How to Cuss Someone Out

You’re mad. Someone cut you off in traffic, interrupted you, cut in front of you in line, and you’re mad. You’re mad, and you want the person who offended you to know it in no uncertain terms by giving that person the bawling out of bawling outs. Cussing someone out requires more than just being mad, it requires a good reason, the proper incentives, and the right degree of intimidation.


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    Pick your battles carefully. You may well get mad quite often, but cutting loose with the curse words and name-calling every time something rankles you dilutes the effect of cussing someone out. It also wears you out pretty quickly.
    • First-time offenders should get off with a dirty look or a few well-chosen words of disapproval. Save the cussing out for repeat offenders. Of course, some first offenses deserve a cussing out, such as when the person who cuts you off in traffic comes within an inch of hitting your car – or actually ‘’does’’ hit it.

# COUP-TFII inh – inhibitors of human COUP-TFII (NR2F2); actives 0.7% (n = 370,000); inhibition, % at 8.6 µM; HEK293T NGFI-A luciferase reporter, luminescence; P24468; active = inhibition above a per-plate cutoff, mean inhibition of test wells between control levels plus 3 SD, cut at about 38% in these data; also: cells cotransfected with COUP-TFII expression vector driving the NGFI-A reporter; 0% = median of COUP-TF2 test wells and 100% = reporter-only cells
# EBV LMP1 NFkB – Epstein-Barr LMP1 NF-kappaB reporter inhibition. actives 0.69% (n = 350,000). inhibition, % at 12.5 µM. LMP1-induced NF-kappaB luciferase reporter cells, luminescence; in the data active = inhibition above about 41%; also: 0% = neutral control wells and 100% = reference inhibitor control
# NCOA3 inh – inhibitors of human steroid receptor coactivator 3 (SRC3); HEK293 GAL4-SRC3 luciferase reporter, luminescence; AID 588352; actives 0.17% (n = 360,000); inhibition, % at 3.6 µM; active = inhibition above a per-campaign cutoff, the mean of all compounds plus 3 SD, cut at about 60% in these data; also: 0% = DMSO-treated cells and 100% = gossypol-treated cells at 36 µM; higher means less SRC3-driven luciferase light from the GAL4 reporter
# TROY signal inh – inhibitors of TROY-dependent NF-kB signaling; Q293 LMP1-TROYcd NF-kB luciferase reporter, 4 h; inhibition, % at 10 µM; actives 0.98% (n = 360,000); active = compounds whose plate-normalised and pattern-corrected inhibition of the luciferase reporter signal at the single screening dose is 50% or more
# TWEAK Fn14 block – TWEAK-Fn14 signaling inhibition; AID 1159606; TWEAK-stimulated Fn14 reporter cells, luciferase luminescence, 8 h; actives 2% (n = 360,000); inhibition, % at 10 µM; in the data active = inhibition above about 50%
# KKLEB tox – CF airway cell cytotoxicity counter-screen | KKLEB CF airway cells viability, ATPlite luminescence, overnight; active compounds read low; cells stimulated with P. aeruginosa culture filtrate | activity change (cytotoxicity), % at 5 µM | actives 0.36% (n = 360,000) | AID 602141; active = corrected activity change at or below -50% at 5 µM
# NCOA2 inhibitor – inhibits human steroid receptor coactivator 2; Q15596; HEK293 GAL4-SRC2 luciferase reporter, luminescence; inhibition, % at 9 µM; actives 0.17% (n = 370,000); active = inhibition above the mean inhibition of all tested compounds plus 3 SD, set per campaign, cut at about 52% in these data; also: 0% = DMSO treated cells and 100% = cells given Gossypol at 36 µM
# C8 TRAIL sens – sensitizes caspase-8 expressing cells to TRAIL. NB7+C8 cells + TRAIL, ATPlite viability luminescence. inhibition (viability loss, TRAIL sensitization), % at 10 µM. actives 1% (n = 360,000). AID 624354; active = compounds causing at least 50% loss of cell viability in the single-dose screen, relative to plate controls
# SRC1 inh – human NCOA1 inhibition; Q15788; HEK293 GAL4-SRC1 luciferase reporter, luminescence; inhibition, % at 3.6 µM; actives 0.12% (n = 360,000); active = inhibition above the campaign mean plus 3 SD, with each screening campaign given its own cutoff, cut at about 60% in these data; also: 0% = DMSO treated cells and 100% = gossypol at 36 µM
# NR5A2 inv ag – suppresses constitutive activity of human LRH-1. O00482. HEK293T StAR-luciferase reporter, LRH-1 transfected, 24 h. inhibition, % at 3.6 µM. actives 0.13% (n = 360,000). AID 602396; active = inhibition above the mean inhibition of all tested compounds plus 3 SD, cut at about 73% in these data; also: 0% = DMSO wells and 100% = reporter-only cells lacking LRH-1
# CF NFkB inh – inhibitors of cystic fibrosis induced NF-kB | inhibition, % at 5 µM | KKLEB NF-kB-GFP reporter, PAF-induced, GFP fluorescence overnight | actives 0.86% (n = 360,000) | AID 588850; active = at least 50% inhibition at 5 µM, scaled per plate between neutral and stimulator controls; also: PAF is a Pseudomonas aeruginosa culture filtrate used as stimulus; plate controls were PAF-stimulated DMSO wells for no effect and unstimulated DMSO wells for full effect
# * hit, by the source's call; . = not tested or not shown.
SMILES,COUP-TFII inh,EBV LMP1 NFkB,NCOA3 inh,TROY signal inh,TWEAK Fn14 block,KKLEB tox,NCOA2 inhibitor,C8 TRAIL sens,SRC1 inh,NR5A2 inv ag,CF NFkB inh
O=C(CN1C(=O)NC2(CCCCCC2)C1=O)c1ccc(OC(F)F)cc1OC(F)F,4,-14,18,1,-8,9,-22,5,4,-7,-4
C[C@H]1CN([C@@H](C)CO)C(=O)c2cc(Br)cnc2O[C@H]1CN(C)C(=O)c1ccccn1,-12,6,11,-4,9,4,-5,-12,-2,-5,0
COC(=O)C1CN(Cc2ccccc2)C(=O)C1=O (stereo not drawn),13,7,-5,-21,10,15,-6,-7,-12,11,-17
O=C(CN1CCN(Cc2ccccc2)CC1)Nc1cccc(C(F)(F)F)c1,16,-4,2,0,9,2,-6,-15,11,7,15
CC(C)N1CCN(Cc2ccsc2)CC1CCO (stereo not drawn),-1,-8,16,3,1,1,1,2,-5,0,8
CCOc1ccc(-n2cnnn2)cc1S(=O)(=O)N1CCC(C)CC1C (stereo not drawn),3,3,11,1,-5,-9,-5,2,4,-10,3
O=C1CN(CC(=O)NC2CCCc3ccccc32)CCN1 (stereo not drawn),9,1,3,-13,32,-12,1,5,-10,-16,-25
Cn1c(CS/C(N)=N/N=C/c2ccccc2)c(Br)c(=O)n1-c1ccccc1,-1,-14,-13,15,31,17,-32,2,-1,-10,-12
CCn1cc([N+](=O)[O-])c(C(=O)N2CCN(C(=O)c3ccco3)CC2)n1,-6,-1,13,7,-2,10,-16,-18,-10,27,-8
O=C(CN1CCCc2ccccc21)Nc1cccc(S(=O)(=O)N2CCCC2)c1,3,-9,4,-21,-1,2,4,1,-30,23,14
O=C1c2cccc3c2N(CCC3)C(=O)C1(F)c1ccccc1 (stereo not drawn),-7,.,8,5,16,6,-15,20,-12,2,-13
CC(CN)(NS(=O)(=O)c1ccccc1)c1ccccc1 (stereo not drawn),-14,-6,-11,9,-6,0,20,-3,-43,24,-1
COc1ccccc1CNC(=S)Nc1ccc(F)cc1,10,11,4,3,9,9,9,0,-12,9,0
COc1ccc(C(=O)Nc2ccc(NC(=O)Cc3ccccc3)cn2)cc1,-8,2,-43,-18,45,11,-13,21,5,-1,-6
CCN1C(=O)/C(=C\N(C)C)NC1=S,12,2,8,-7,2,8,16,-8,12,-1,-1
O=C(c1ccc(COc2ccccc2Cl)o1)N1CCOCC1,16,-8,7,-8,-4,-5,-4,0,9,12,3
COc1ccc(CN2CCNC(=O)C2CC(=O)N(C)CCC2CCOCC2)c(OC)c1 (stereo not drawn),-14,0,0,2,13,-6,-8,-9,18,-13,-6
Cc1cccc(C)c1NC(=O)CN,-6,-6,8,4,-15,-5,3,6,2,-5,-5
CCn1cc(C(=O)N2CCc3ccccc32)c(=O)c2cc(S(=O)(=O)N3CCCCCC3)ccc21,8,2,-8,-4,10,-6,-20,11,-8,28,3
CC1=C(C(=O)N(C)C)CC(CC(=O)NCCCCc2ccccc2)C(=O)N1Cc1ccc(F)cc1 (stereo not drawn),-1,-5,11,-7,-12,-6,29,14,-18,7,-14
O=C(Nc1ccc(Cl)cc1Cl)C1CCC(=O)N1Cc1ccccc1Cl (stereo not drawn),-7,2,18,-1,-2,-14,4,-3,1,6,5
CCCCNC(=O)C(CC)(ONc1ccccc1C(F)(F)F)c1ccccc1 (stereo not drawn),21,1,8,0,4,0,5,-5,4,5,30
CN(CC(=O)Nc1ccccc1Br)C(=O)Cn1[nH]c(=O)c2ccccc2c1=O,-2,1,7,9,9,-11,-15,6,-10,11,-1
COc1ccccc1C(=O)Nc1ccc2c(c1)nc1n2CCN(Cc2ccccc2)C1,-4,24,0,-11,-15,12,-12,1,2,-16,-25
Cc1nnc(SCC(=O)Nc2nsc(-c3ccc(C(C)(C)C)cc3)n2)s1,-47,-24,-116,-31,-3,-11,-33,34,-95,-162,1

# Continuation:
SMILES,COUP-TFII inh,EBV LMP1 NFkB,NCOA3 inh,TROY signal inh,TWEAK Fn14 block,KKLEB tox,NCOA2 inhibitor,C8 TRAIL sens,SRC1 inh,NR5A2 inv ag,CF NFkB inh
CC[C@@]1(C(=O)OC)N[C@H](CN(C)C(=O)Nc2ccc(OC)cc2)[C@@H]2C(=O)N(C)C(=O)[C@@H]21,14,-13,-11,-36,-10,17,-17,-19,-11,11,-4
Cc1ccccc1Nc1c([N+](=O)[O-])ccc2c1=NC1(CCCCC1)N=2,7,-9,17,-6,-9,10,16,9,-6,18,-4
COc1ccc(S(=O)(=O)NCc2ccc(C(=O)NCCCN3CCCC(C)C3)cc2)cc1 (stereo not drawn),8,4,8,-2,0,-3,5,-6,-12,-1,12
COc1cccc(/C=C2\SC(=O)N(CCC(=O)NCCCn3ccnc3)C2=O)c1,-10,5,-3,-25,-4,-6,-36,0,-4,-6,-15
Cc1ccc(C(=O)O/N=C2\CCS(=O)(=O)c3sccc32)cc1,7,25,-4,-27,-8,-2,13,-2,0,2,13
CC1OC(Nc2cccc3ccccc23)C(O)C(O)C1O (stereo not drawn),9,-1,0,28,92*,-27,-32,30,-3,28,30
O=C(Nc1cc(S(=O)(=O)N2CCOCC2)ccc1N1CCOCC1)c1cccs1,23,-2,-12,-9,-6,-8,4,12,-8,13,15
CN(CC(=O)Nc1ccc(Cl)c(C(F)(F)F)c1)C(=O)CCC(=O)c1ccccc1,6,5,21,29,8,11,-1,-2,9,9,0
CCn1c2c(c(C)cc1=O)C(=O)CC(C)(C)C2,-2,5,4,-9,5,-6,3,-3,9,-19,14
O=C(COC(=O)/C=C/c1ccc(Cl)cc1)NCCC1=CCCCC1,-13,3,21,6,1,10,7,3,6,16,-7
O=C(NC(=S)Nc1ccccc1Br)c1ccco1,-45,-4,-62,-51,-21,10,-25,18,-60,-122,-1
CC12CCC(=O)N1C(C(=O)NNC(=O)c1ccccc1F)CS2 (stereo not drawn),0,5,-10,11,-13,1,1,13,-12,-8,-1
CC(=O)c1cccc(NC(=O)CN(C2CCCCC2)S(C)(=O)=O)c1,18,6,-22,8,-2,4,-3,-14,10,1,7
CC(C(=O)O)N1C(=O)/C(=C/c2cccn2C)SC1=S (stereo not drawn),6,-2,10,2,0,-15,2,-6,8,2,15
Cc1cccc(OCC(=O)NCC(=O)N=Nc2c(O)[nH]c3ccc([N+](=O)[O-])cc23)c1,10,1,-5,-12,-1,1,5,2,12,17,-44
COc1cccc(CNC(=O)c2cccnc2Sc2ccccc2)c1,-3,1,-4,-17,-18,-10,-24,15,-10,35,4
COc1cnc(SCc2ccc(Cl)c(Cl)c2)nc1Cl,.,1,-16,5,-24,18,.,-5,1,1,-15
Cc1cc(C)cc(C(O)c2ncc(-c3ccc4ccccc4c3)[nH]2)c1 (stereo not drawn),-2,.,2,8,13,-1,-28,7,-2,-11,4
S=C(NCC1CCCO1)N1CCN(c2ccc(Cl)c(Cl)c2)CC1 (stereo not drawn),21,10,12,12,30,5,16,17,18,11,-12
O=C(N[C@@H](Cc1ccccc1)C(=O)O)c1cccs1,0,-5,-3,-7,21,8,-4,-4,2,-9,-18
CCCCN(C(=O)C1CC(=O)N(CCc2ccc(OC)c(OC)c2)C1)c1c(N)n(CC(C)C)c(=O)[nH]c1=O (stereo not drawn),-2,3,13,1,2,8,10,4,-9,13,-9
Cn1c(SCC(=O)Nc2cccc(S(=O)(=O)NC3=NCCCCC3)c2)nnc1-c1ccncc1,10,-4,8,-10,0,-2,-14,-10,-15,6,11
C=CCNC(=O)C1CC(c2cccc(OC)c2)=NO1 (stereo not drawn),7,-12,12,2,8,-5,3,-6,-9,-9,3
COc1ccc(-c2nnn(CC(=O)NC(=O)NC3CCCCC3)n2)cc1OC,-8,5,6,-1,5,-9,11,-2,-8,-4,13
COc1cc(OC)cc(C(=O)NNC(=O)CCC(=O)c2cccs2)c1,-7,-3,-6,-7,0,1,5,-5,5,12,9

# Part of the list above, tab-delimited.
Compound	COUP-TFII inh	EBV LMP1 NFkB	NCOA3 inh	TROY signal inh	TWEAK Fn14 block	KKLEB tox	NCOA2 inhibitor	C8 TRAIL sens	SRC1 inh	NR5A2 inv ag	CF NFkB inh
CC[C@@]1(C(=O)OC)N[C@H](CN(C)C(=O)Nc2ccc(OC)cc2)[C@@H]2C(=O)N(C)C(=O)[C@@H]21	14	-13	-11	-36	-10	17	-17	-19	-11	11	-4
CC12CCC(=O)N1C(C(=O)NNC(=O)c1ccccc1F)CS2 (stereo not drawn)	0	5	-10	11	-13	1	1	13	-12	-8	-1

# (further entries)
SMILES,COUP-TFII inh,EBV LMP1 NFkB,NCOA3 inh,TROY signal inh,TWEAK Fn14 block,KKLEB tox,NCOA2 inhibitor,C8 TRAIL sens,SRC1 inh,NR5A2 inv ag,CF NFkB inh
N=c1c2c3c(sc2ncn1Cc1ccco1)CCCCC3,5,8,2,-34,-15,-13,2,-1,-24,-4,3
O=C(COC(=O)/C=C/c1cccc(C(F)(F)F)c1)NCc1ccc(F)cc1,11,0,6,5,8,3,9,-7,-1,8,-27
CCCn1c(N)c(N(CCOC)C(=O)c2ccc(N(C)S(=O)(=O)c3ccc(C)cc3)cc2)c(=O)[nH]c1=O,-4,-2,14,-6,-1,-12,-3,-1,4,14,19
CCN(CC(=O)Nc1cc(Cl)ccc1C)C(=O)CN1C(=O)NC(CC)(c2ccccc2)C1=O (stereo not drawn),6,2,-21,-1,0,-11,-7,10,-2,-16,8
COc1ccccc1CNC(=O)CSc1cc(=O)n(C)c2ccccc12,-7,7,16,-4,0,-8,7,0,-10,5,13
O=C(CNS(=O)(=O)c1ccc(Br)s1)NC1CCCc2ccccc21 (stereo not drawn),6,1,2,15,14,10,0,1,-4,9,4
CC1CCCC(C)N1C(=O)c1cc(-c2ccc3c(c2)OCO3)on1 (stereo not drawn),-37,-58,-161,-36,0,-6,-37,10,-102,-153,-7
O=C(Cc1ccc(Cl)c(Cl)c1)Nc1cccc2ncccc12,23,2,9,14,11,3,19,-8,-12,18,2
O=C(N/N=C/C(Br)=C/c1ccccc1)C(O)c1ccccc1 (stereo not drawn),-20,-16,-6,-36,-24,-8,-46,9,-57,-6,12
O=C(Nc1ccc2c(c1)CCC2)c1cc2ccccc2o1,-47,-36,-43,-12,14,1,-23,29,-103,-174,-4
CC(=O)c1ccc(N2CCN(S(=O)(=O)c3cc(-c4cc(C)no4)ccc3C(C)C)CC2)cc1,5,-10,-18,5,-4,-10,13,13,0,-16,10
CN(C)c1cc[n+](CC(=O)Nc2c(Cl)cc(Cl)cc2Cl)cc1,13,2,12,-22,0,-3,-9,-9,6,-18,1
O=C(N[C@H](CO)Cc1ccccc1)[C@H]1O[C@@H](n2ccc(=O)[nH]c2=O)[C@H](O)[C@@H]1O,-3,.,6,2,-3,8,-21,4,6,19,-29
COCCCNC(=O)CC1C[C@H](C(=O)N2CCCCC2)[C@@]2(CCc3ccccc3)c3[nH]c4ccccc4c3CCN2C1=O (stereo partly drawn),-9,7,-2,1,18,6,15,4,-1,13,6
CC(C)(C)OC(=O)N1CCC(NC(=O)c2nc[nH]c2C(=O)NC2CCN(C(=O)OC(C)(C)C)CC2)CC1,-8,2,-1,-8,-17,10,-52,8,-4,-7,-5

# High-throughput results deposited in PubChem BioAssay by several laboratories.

• Certain places are not conducive to cussing out others, such as the office – certainly ‘’not’’ when your boss is around and definitely not when the person you want to cuss out ‘’is’’ your boss.[1]
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    Know the cursing style of the recipient of your wrath and use it. For a cussing out to be a good cussing out, it has to be understood as a cussing out by the person you’re cussing out. This involves knowing not just the language your target speaks, but something of the culture connected to that language.